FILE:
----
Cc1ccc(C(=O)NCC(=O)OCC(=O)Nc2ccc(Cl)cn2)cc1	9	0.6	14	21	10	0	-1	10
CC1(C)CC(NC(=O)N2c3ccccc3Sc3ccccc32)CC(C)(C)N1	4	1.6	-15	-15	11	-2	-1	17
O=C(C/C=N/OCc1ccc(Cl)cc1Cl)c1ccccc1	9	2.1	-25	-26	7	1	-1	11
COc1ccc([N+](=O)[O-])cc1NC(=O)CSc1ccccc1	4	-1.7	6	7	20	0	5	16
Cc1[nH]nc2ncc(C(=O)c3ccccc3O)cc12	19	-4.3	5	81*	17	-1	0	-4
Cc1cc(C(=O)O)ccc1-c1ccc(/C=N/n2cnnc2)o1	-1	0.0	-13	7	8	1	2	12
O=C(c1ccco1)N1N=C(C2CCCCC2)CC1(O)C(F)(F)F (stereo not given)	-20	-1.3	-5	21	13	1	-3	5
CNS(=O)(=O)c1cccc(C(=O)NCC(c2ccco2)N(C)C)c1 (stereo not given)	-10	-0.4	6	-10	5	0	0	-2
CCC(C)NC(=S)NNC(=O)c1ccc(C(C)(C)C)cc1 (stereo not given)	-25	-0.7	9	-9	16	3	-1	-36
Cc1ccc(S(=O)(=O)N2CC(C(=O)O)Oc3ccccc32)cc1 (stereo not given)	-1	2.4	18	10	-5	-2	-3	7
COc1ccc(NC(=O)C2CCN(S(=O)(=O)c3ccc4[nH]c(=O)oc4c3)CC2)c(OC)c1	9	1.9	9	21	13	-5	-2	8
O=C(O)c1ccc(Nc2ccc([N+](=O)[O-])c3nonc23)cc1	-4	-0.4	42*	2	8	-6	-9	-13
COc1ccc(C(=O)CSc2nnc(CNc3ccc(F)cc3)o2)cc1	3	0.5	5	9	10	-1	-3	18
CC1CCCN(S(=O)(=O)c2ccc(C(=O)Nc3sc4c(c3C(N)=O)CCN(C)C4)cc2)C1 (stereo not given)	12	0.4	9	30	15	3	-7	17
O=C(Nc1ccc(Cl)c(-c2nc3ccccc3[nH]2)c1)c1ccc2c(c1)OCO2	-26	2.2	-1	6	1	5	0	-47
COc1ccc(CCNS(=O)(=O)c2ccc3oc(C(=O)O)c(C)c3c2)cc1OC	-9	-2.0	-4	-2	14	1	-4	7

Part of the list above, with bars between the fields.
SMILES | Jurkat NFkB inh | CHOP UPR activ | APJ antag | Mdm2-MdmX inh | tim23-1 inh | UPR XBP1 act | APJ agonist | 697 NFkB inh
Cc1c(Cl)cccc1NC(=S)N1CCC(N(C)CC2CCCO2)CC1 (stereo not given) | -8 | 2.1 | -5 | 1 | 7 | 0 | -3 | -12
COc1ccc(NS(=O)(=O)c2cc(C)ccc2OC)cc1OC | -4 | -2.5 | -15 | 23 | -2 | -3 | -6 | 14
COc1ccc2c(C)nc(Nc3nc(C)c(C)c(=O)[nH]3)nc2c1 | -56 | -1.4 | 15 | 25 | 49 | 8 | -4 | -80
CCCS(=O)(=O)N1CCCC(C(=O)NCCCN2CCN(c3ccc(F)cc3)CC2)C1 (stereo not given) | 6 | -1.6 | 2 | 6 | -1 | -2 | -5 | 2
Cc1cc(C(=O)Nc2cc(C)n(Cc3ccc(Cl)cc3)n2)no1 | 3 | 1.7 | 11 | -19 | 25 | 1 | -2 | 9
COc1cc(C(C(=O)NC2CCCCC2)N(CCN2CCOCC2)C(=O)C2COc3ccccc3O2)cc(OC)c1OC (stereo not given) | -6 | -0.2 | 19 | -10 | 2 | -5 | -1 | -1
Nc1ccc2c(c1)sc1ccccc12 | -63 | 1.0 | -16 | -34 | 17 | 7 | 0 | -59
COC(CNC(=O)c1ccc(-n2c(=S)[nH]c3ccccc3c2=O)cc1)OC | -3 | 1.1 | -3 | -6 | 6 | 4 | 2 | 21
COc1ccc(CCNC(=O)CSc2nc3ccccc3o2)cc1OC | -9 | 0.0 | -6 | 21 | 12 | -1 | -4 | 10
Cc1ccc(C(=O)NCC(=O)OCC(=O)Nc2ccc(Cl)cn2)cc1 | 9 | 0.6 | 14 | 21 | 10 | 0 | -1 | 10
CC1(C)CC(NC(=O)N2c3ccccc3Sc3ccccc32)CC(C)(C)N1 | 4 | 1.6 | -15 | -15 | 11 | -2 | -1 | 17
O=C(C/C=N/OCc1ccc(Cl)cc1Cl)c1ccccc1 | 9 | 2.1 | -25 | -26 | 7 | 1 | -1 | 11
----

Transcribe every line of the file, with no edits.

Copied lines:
Cc1ccc(C(=O)NCC(=O)OCC(=O)Nc2ccc(Cl)cn2)cc1	9	0.6	14	21	10	0	-1	10
CC1(C)CC(NC(=O)N2c3ccccc3Sc3ccccc32)CC(C)(C)N1	4	1.6	-15	-15	11	-2	-1	17
O=C(C/C=N/OCc1ccc(Cl)cc1Cl)c1ccccc1	9	2.1	-25	-26	7	1	-1	11
COc1ccc([N+](=O)[O-])cc1NC(=O)CSc1ccccc1	4	-1.7	6	7	20	0	5	16
Cc1[nH]nc2ncc(C(=O)c3ccccc3O)cc12	19	-4.3	5	81*	17	-1	0	-4
Cc1cc(C(=O)O)ccc1-c1ccc(/C=N/n2cnnc2)o1	-1	0.0	-13	7	8	1	2	12
O=C(c1ccco1)N1N=C(C2CCCCC2)CC1(O)C(F)(F)F (stereo not given)	-20	-1.3	-5	21	13	1	-3	5
CNS(=O)(=O)c1cccc(C(=O)NCC(c2ccco2)N(C)C)c1 (stereo not given)	-10	-0.4	6	-10	5	0	0	-2
CCC(C)NC(=S)NNC(=O)c1ccc(C(C)(C)C)cc1 (stereo not given)	-25	-0.7	9	-9	16	3	-1	-36
Cc1ccc(S(=O)(=O)N2CC(C(=O)O)Oc3ccccc32)cc1 (stereo not given)	-1	2.4	18	10	-5	-2	-3	7
COc1ccc(NC(=O)C2CCN(S(=O)(=O)c3ccc4[nH]c(=O)oc4c3)CC2)c(OC)c1	9	1.9	9	21	13	-5	-2	8
O=C(O)c1ccc(Nc2ccc([N+](=O)[O-])c3nonc23)cc1	-4	-0.4	42*	2	8	-6	-9	-13
COc1ccc(C(=O)CSc2nnc(CNc3ccc(F)cc3)o2)cc1	3	0.5	5	9	10	-1	-3	18
CC1CCCN(S(=O)(=O)c2ccc(C(=O)Nc3sc4c(c3C(N)=O)CCN(C)C4)cc2)C1 (stereo not given)	12	0.4	9	30	15	3	-7	17
O=C(Nc1ccc(Cl)c(-c2nc3ccccc3[nH]2)c1)c1ccc2c(c1)OCO2	-26	2.2	-1	6	1	5	0	-47
COc1ccc(CCNS(=O)(=O)c2ccc3oc(C(=O)O)c(C)c3c2)cc1OC	-9	-2.0	-4	-2	14	1	-4	7

Part of the list above, with bars between the fields.
SMILES | Jurkat NFkB inh | CHOP UPR activ | APJ antag | Mdm2-MdmX inh | tim23-1 inh | UPR XBP1 act | APJ agonist | 697 NFkB inh
Cc1c(Cl)cccc1NC(=S)N1CCC(N(C)CC2CCCO2)CC1 (stereo not given) | -8 | 2.1 | -5 | 1 | 7 | 0 | -3 | -12
COc1ccc(NS(=O)(=O)c2cc(C)ccc2OC)cc1OC | -4 | -2.5 | -15 | 23 | -2 | -3 | -6 | 14
COc1ccc2c(C)nc(Nc3nc(C)c(C)c(=O)[nH]3)nc2c1 | -56 | -1.4 | 15 | 25 | 49 | 8 | -4 | -80
CCCS(=O)(=O)N1CCCC(C(=O)NCCCN2CCN(c3ccc(F)cc3)CC2)C1 (stereo not given) | 6 | -1.6 | 2 | 6 | -1 | -2 | -5 | 2
Cc1cc(C(=O)Nc2cc(C)n(Cc3ccc(Cl)cc3)n2)no1 | 3 | 1.7 | 11 | -19 | 25 | 1 | -2 | 9
COc1cc(C(C(=O)NC2CCCCC2)N(CCN2CCOCC2)C(=O)C2COc3ccccc3O2)cc(OC)c1OC (stereo not given) | -6 | -0.2 | 19 | -10 | 2 | -5 | -1 | -1
Nc1ccc2c(c1)sc1ccccc12 | -63 | 1.0 | -16 | -34 | 17 | 7 | 0 | -59
COC(CNC(=O)c1ccc(-n2c(=S)[nH]c3ccccc3c2=O)cc1)OC | -3 | 1.1 | -3 | -6 | 6 | 4 | 2 | 21
COc1ccc(CCNC(=O)CSc2nc3ccccc3o2)cc1OC | -9 | 0.0 | -6 | 21 | 12 | -1 | -4 | 10
Cc1ccc(C(=O)NCC(=O)OCC(=O)Nc2ccc(Cl)cn2)cc1 | 9 | 0.6 | 14 | 21 | 10 | 0 | -1 | 10
CC1(C)CC(NC(=O)N2c3ccccc3Sc3ccccc32)CC(C)(C)N1 | 4 | 1.6 | -15 | -15 | 11 | -2 | -1 | 17
O=C(C/C=N/OCc1ccc(Cl)cc1Cl)c1ccccc1 | 9 | 2.1 | -25 | -26 | 7 | 1 | -1 | 11